ACDC News – Issue 02-24

Season’s greetings as we close out 2002.

All of us in the Agricultural Communications Documentation Center send you our holiday greetings. This has been an active, progressive year for the Center as we passed the 20,000-document mark and took other steps forward. More are ahead. Thanks to you for your interest, words of encouragement, suggestions and support.

Champagne campaign on a beer budget.

That’s the title of a recent summary of one presentation at the Cooperative Communicators Association meeting earlier this year. The account appeared in CCA News. Here are several of the tips that Roberta MacDonald of Cabot Creamery of Vermont offered to communicators about how to “make a modest marketing budget look like a million:”

  • Do not spend money on public relations or advertising without research
  • Take your goods or services to where “like” people are
  • Put the faces and farms of members on center stage
  • If there isn’t a contest in your field, make one up and win it

Reference: Use a title search (above) or author search (Ditsch) for the full citation.

“Maybe an increase in local programming is in order,”

Wrote Ken Root, executive director of the National Association of Farm Broadcasters, in a recent issue of NAFB Chats. He made this observation in the context of the trend toward station mergers, satellite feeds, computer automation and packaged programming. “Technology has allowed multiple stations to be operated with a small staff and the end product sounds great, but many stations have lost their unique local appeal.” He suggested ways in which farm broadcasters can remain “live and local.”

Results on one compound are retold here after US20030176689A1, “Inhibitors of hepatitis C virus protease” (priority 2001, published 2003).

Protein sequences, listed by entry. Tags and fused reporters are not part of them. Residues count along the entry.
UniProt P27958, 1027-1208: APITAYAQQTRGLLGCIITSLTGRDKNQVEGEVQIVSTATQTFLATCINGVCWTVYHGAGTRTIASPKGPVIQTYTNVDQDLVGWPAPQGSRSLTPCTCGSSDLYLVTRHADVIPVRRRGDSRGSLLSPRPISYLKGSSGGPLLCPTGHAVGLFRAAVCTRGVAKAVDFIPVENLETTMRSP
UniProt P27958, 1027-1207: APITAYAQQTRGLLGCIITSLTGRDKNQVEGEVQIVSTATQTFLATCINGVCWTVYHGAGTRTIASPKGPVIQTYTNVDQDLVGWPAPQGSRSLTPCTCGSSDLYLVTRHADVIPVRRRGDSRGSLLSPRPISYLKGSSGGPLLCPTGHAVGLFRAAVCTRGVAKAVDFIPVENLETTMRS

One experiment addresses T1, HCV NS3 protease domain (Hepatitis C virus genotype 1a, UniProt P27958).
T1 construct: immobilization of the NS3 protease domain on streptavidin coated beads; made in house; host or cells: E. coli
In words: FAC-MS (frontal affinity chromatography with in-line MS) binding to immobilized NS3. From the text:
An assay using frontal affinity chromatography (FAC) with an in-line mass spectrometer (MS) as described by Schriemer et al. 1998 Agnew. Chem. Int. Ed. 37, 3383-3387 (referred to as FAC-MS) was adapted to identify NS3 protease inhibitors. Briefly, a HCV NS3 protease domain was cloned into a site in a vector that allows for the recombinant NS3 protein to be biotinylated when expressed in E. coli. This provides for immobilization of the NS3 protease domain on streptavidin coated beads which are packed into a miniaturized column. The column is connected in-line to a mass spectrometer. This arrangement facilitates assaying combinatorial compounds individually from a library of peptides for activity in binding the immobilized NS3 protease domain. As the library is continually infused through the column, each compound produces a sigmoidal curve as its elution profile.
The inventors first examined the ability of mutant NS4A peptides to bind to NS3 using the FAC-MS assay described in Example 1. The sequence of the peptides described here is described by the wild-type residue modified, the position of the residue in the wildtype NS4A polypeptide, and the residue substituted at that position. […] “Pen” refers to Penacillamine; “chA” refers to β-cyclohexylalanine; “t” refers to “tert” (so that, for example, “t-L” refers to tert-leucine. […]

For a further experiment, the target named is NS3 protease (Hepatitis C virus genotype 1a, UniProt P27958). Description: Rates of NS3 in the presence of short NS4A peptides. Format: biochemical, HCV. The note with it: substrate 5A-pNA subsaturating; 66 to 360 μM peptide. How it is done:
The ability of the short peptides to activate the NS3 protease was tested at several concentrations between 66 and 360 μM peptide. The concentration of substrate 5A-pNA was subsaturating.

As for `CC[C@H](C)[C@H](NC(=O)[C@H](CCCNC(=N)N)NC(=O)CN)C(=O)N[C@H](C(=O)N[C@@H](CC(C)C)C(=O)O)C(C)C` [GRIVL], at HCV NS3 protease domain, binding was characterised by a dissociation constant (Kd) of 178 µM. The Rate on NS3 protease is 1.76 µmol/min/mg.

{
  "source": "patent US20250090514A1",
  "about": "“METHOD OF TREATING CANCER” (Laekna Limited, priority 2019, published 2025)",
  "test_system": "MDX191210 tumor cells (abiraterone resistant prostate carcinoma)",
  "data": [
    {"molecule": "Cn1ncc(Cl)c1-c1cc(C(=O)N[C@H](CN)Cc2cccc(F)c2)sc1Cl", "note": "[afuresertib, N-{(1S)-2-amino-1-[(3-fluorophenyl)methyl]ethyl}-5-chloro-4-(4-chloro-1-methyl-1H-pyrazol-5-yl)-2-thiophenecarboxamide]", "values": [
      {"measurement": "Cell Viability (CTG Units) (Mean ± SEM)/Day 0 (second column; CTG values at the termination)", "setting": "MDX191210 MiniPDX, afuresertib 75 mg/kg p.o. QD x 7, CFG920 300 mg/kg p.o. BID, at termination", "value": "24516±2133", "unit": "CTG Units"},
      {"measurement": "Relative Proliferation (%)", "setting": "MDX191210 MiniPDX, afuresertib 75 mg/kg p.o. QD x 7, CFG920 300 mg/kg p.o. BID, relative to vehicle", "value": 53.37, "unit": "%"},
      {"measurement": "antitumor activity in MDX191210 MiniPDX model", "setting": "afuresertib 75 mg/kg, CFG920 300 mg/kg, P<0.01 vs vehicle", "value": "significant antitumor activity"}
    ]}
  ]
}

Reference: Use a title search (“Live and local”) or author search (Root) for the full citation.

His suggestion reminds us of a type of news coverage

Called “basic shoe-leather interactive” – not necessarily “online interactive.”

How farm broadcasters are adjusting to changes.

We in the Center watch for information about how professional agricultural communicators are adapting to change. Here are a few recent examples that involve adjustments by farm broadcasters. You can identify the following documents by title searches or author searches on the ACDC “Real Search” page.

  • A change in the airwaves” by Daniel J. Grant
  • Some farm broadcasters switching tune to survive” by Daniel J. Grant
  • East” by Rita Frazer
  • Stations cut farm news to consolidate” by Charlyn Fargo
  • The medium affects the message” by Robynne M. Anderson
  • Farm broadcasting beyond the studio”

You can identify other documents about trends in farm broadcasting

By conducting subject searches and cross-searches on the ACDC “Real Search” page, using terms such as:

Rural broadcasting
Trends “rural broadcasting”
Trends radio
Trends television

Let us know when you see documents about this subject that are not in the ACDC collection now.

Media partnering: an example of effective coverage.